Created Gemfile.next (a symlink to your Gemfile). Your Gemfile has been modified to support dual-booting!

        There's just one more step: modify your Gemfile to use a newer version of Rails using the `next?` helper method.

        For example, here's how to go from 4.2.x to 5.0:

        if next?
          gem "rails", "4.2.11.1"
        else
          gem "rails", "~> 5.0.1"
        end
            

`next --init` created a symlink called `Gemfile.next` and added a helper method to the top of our `Gemfile`.

Now we can open our `Gemfile` and verify that we have a `next?` method defined in it. In the odd chance it didn't work, we can try doing it manually like this:

docker-compose run app ln -s Gemfile Gemfile.next
            

Then we can add this method to the top of your `Gemfile`:

def next?
          File.basename(__FILE__) == Gemfile.next
        end
            

Now we have all we need to start tweaking our `Gemfile` for the next version of Rails:

if next?
          gem 'rails', '~> 5.0.1' # our target version
        else
          gem 'rails', '4.2.11.1' # our current version
        end
            

Before we start bundling two versions of our `Gemfile`, we can do some prep work. `next_rails` provides an interesting command that we could run to find known compatibility issues:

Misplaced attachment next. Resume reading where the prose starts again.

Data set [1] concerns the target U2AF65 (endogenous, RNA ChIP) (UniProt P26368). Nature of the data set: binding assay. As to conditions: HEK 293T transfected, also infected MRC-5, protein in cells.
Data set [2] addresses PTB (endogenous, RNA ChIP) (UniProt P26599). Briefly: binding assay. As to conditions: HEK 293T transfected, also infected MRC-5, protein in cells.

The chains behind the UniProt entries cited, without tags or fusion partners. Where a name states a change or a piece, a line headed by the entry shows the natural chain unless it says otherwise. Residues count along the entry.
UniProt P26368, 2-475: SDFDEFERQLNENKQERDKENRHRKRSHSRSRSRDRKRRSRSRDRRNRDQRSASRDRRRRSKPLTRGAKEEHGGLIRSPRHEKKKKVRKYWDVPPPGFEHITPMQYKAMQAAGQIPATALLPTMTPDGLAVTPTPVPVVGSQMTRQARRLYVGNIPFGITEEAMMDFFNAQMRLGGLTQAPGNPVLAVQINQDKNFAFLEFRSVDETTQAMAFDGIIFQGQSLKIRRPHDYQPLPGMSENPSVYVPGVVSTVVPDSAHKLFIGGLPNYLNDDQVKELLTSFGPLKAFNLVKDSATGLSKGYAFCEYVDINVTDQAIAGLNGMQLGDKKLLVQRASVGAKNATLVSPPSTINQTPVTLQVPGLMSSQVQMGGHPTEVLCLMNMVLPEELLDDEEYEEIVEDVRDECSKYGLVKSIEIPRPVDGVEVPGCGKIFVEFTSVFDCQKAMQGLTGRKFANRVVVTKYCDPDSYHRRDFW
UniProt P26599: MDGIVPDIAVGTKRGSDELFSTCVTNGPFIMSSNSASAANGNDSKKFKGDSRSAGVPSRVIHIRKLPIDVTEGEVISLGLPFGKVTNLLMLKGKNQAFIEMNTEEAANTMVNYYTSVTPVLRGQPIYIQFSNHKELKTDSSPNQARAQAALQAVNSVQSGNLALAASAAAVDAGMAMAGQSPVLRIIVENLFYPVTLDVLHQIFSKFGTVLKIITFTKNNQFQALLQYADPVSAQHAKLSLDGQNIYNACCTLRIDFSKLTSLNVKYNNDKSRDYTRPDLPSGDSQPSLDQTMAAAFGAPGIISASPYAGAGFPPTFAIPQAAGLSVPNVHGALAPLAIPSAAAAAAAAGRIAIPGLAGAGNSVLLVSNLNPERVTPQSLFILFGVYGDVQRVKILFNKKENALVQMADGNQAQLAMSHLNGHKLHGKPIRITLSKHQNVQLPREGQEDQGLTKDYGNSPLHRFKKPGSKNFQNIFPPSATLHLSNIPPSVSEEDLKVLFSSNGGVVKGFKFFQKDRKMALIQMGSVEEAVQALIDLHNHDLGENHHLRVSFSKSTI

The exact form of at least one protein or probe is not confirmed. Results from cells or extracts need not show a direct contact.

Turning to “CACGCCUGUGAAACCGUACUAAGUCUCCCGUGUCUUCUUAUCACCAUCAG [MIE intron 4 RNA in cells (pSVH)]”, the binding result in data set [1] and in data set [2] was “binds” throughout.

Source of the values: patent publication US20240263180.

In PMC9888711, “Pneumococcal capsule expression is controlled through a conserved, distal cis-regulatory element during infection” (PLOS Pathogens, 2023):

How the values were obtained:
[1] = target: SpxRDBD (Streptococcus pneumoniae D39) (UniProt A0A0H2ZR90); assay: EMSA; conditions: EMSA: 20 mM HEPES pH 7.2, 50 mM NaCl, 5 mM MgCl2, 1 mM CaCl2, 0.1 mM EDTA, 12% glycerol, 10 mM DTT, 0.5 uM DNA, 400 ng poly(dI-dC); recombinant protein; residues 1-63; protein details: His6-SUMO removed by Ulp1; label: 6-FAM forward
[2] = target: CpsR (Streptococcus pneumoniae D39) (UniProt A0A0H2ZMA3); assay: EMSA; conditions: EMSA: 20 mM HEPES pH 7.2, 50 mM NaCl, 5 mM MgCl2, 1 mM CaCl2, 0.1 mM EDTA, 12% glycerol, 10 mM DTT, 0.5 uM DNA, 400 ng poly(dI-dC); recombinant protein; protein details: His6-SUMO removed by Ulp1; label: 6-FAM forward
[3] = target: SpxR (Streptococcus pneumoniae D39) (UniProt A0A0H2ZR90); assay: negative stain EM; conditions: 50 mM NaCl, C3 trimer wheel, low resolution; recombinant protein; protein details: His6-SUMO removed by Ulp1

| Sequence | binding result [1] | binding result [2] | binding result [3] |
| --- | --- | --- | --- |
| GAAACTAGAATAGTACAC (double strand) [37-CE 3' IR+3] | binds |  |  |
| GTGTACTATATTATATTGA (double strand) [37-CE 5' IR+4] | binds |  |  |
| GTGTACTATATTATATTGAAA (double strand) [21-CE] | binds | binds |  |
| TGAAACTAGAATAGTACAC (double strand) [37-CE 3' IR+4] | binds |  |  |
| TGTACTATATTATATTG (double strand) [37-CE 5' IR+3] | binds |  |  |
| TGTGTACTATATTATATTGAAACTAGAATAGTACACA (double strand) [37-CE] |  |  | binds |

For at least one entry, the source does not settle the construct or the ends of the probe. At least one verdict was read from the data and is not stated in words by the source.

docker-compose run app bundle_report compatibility --rails-version=5.0.0
        Starting e-petitions_db_1    ... done
        Starting e-petitions_cache_1 ... done
        => Incompatible with Rails 5.0.0 (with new versions that are compatible):
        These gems will need to be upgraded before upgrading to Rails 5.0.0.

        rails-dom-testing 1.0.9 - upgrade to 2.0.3

        => Incompatible with Rails 5.0.0 (with no new compatible versions):
        These gems will need to be removed or replaced before upgrading to Rails 5.0.0.

        test_after_commit 1.2.2 - new version, 1.2.2, is not compatible with Rails 5.0.0

        2 gems incompatible with Rails 5.0.0
            

Now we know there will be two gems that will cause problems. We can add these gems to our TODO list.

It's time to `bundle install` using the next version. We can use the `next` command like this:

docker-compose run app next bundle install
            

If that doesn't work, you can try with:

docker-compose run -e BUNDLE_GEMFILE=Gemfile.next app bundle install

If that worked, great! If you run into unexpected issues or don't want to go down the rabbit hole, raise your hand and I can come and help.

Now that we have _two_ Gemfiles we will need to tweak our `Dockerfile`. Make sure that the last part of the `Dockerfile` looks like this:

COPY Gemfile Gemfile.lock ./
        COPY Gemfile.next Gemfile.next.lock ./

        RUN gem install bundler -v=1.17.3

        RUN bundle install
        RUN next bundle install

        COPY . .
        

With those extra lines we make sure that rebuilding our Docker image installs dependencies for both Gemfiles. Now let's rebuild them once again:

docker-compose down --volumes
        docker-compose build
        docker-compose run app ./bin/docker-setup
            

8. Dual Boot: spec/models

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Now that we have bundled our project with the next version of Rails, we can start running the test suite.

Now we can get ready to run into a bunch of errors:

docker-compose run app next rspec spec/models